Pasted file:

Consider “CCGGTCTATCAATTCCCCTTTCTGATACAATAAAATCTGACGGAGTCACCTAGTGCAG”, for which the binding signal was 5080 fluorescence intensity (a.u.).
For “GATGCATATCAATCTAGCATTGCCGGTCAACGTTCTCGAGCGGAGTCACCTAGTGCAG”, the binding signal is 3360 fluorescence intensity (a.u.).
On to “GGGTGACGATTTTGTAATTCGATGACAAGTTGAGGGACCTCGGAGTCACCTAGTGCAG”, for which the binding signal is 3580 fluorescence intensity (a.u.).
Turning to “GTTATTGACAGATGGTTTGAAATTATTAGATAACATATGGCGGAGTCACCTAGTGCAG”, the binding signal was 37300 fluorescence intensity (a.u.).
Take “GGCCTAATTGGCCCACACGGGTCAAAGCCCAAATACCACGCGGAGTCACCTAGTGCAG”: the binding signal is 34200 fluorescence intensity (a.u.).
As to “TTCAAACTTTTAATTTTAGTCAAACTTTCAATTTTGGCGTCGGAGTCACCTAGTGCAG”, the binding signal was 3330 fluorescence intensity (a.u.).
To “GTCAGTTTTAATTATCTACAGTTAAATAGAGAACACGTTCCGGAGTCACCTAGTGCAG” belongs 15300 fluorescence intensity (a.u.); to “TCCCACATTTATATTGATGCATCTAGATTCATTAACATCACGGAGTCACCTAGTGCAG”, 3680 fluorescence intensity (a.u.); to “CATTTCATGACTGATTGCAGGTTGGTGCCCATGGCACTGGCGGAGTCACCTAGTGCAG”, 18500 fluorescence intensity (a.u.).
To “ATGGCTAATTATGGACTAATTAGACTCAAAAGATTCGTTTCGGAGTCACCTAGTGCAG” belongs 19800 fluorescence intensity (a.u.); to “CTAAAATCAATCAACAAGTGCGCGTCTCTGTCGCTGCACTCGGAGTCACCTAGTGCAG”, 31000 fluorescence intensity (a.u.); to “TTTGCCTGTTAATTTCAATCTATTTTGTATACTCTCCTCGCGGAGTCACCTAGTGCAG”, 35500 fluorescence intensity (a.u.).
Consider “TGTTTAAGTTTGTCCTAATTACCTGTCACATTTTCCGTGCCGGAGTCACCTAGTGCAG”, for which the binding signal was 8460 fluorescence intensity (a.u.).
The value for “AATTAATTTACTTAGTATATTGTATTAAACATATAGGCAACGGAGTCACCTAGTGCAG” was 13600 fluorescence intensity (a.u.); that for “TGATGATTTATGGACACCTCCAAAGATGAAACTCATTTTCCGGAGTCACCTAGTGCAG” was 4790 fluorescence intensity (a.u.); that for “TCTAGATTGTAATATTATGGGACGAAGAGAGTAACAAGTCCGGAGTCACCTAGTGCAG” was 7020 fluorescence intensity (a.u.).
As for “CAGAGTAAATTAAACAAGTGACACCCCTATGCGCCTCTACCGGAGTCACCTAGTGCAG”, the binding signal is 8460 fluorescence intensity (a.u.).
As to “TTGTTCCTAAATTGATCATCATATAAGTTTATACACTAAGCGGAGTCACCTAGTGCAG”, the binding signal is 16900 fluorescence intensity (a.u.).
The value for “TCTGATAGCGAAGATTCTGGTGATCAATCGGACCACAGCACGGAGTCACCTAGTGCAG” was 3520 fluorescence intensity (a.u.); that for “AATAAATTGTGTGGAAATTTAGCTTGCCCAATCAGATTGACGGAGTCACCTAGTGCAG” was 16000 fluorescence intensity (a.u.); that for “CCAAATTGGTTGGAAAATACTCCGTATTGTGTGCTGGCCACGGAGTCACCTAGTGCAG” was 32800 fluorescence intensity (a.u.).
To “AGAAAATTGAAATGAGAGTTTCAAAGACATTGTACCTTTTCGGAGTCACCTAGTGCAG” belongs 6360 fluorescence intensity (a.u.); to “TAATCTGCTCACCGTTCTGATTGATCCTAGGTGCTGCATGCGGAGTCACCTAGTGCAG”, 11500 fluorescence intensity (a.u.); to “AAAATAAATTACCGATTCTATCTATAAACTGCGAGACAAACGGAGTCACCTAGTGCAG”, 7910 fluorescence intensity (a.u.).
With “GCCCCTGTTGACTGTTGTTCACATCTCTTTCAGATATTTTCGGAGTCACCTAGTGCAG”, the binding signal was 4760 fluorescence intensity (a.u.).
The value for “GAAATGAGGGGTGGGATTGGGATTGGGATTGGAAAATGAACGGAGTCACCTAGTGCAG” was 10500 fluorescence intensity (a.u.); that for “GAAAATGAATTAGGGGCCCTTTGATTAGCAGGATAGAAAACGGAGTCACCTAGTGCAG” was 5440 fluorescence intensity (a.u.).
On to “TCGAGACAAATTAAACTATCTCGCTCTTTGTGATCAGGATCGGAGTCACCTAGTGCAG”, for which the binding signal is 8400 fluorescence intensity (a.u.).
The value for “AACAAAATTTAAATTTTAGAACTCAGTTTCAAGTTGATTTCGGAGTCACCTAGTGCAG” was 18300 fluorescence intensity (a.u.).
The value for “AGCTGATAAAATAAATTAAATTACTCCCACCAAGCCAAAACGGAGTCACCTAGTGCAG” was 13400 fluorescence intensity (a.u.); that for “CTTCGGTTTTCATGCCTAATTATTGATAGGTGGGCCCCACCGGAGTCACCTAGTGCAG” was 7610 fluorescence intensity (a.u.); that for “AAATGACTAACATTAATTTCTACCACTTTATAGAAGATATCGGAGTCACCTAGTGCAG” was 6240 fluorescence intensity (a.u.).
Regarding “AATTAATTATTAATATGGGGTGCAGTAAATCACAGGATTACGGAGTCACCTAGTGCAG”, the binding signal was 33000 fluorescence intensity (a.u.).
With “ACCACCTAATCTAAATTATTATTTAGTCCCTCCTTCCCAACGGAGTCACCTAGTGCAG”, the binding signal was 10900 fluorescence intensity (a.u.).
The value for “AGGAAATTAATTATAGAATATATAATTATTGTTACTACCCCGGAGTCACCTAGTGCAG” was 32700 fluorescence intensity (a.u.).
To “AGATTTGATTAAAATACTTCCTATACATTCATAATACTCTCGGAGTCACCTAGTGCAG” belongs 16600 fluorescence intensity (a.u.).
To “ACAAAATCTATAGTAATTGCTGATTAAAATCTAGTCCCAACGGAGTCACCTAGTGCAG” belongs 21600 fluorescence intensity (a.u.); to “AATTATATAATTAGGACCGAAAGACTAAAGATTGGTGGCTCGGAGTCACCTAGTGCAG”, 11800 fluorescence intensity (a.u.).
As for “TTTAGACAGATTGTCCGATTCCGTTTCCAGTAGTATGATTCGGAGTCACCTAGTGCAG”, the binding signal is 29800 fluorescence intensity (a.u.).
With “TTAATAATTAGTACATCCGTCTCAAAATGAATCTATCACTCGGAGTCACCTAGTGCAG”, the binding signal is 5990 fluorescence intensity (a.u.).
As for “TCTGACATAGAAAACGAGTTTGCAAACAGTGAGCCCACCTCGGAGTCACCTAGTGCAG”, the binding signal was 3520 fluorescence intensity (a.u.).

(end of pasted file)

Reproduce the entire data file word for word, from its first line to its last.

Consider “CCGGTCTATCAATTCCCCTTTCTGATACAATAAAATCTGACGGAGTCACCTAGTGCAG”, for which the binding signal was 5080 fluorescence intensity (a.u.).
For “GATGCATATCAATCTAGCATTGCCGGTCAACGTTCTCGAGCGGAGTCACCTAGTGCAG”, the binding signal is 3360 fluorescence intensity (a.u.).
On to “GGGTGACGATTTTGTAATTCGATGACAAGTTGAGGGACCTCGGAGTCACCTAGTGCAG”, for which the binding signal is 3580 fluorescence intensity (a.u.).
Turning to “GTTATTGACAGATGGTTTGAAATTATTAGATAACATATGGCGGAGTCACCTAGTGCAG”, the binding signal was 37300 fluorescence intensity (a.u.).
Take “GGCCTAATTGGCCCACACGGGTCAAAGCCCAAATACCACGCGGAGTCACCTAGTGCAG”: the binding signal is 34200 fluorescence intensity (a.u.).
As to “TTCAAACTTTTAATTTTAGTCAAACTTTCAATTTTGGCGTCGGAGTCACCTAGTGCAG”, the binding signal was 3330 fluorescence intensity (a.u.).
To “GTCAGTTTTAATTATCTACAGTTAAATAGAGAACACGTTCCGGAGTCACCTAGTGCAG” belongs 15300 fluorescence intensity (a.u.); to “TCCCACATTTATATTGATGCATCTAGATTCATTAACATCACGGAGTCACCTAGTGCAG”, 3680 fluorescence intensity (a.u.); to “CATTTCATGACTGATTGCAGGTTGGTGCCCATGGCACTGGCGGAGTCACCTAGTGCAG”, 18500 fluorescence intensity (a.u.).
To “ATGGCTAATTATGGACTAATTAGACTCAAAAGATTCGTTTCGGAGTCACCTAGTGCAG” belongs 19800 fluorescence intensity (a.u.); to “CTAAAATCAATCAACAAGTGCGCGTCTCTGTCGCTGCACTCGGAGTCACCTAGTGCAG”, 31000 fluorescence intensity (a.u.); to “TTTGCCTGTTAATTTCAATCTATTTTGTATACTCTCCTCGCGGAGTCACCTAGTGCAG”, 35500 fluorescence intensity (a.u.).
Consider “TGTTTAAGTTTGTCCTAATTACCTGTCACATTTTCCGTGCCGGAGTCACCTAGTGCAG”, for which the binding signal was 8460 fluorescence intensity (a.u.).
The value for “AATTAATTTACTTAGTATATTGTATTAAACATATAGGCAACGGAGTCACCTAGTGCAG” was 13600 fluorescence intensity (a.u.); that for “TGATGATTTATGGACACCTCCAAAGATGAAACTCATTTTCCGGAGTCACCTAGTGCAG” was 4790 fluorescence intensity (a.u.); that for “TCTAGATTGTAATATTATGGGACGAAGAGAGTAACAAGTCCGGAGTCACCTAGTGCAG” was 7020 fluorescence intensity (a.u.).
As for “CAGAGTAAATTAAACAAGTGACACCCCTATGCGCCTCTACCGGAGTCACCTAGTGCAG”, the binding signal is 8460 fluorescence intensity (a.u.).
As to “TTGTTCCTAAATTGATCATCATATAAGTTTATACACTAAGCGGAGTCACCTAGTGCAG”, the binding signal is 16900 fluorescence intensity (a.u.).
The value for “TCTGATAGCGAAGATTCTGGTGATCAATCGGACCACAGCACGGAGTCACCTAGTGCAG” was 3520 fluorescence intensity (a.u.); that for “AATAAATTGTGTGGAAATTTAGCTTGCCCAATCAGATTGACGGAGTCACCTAGTGCAG” was 16000 fluorescence intensity (a.u.); that for “CCAAATTGGTTGGAAAATACTCCGTATTGTGTGCTGGCCACGGAGTCACCTAGTGCAG” was 32800 fluorescence intensity (a.u.).
To “AGAAAATTGAAATGAGAGTTTCAAAGACATTGTACCTTTTCGGAGTCACCTAGTGCAG” belongs 6360 fluorescence intensity (a.u.); to “TAATCTGCTCACCGTTCTGATTGATCCTAGGTGCTGCATGCGGAGTCACCTAGTGCAG”, 11500 fluorescence intensity (a.u.); to “AAAATAAATTACCGATTCTATCTATAAACTGCGAGACAAACGGAGTCACCTAGTGCAG”, 7910 fluorescence intensity (a.u.).
With “GCCCCTGTTGACTGTTGTTCACATCTCTTTCAGATATTTTCGGAGTCACCTAGTGCAG”, the binding signal was 4760 fluorescence intensity (a.u.).
The value for “GAAATGAGGGGTGGGATTGGGATTGGGATTGGAAAATGAACGGAGTCACCTAGTGCAG” was 10500 fluorescence intensity (a.u.); that for “GAAAATGAATTAGGGGCCCTTTGATTAGCAGGATAGAAAACGGAGTCACCTAGTGCAG” was 5440 fluorescence intensity (a.u.).
On to “TCGAGACAAATTAAACTATCTCGCTCTTTGTGATCAGGATCGGAGTCACCTAGTGCAG”, for which the binding signal is 8400 fluorescence intensity (a.u.).
The value for “AACAAAATTTAAATTTTAGAACTCAGTTTCAAGTTGATTTCGGAGTCACCTAGTGCAG” was 18300 fluorescence intensity (a.u.).
The value for “AGCTGATAAAATAAATTAAATTACTCCCACCAAGCCAAAACGGAGTCACCTAGTGCAG” was 13400 fluorescence intensity (a.u.); that for “CTTCGGTTTTCATGCCTAATTATTGATAGGTGGGCCCCACCGGAGTCACCTAGTGCAG” was 7610 fluorescence intensity (a.u.); that for “AAATGACTAACATTAATTTCTACCACTTTATAGAAGATATCGGAGTCACCTAGTGCAG” was 6240 fluorescence intensity (a.u.).
Regarding “AATTAATTATTAATATGGGGTGCAGTAAATCACAGGATTACGGAGTCACCTAGTGCAG”, the binding signal was 33000 fluorescence intensity (a.u.).
With “ACCACCTAATCTAAATTATTATTTAGTCCCTCCTTCCCAACGGAGTCACCTAGTGCAG”, the binding signal was 10900 fluorescence intensity (a.u.).
The value for “AGGAAATTAATTATAGAATATATAATTATTGTTACTACCCCGGAGTCACCTAGTGCAG” was 32700 fluorescence intensity (a.u.).
To “AGATTTGATTAAAATACTTCCTATACATTCATAATACTCTCGGAGTCACCTAGTGCAG” belongs 16600 fluorescence intensity (a.u.).
To “ACAAAATCTATAGTAATTGCTGATTAAAATCTAGTCCCAACGGAGTCACCTAGTGCAG” belongs 21600 fluorescence intensity (a.u.); to “AATTATATAATTAGGACCGAAAGACTAAAGATTGGTGGCTCGGAGTCACCTAGTGCAG”, 11800 fluorescence intensity (a.u.).
As for “TTTAGACAGATTGTCCGATTCCGTTTCCAGTAGTATGATTCGGAGTCACCTAGTGCAG”, the binding signal is 29800 fluorescence intensity (a.u.).
With “TTAATAATTAGTACATCCGTCTCAAAATGAATCTATCACTCGGAGTCACCTAGTGCAG”, the binding signal is 5990 fluorescence intensity (a.u.).
As for “TCTGACATAGAAAACGAGTTTGCAAACAGTGAGCCCACCTCGGAGTCACCTAGTGCAG”, the binding signal was 3520 fluorescence intensity (a.u.).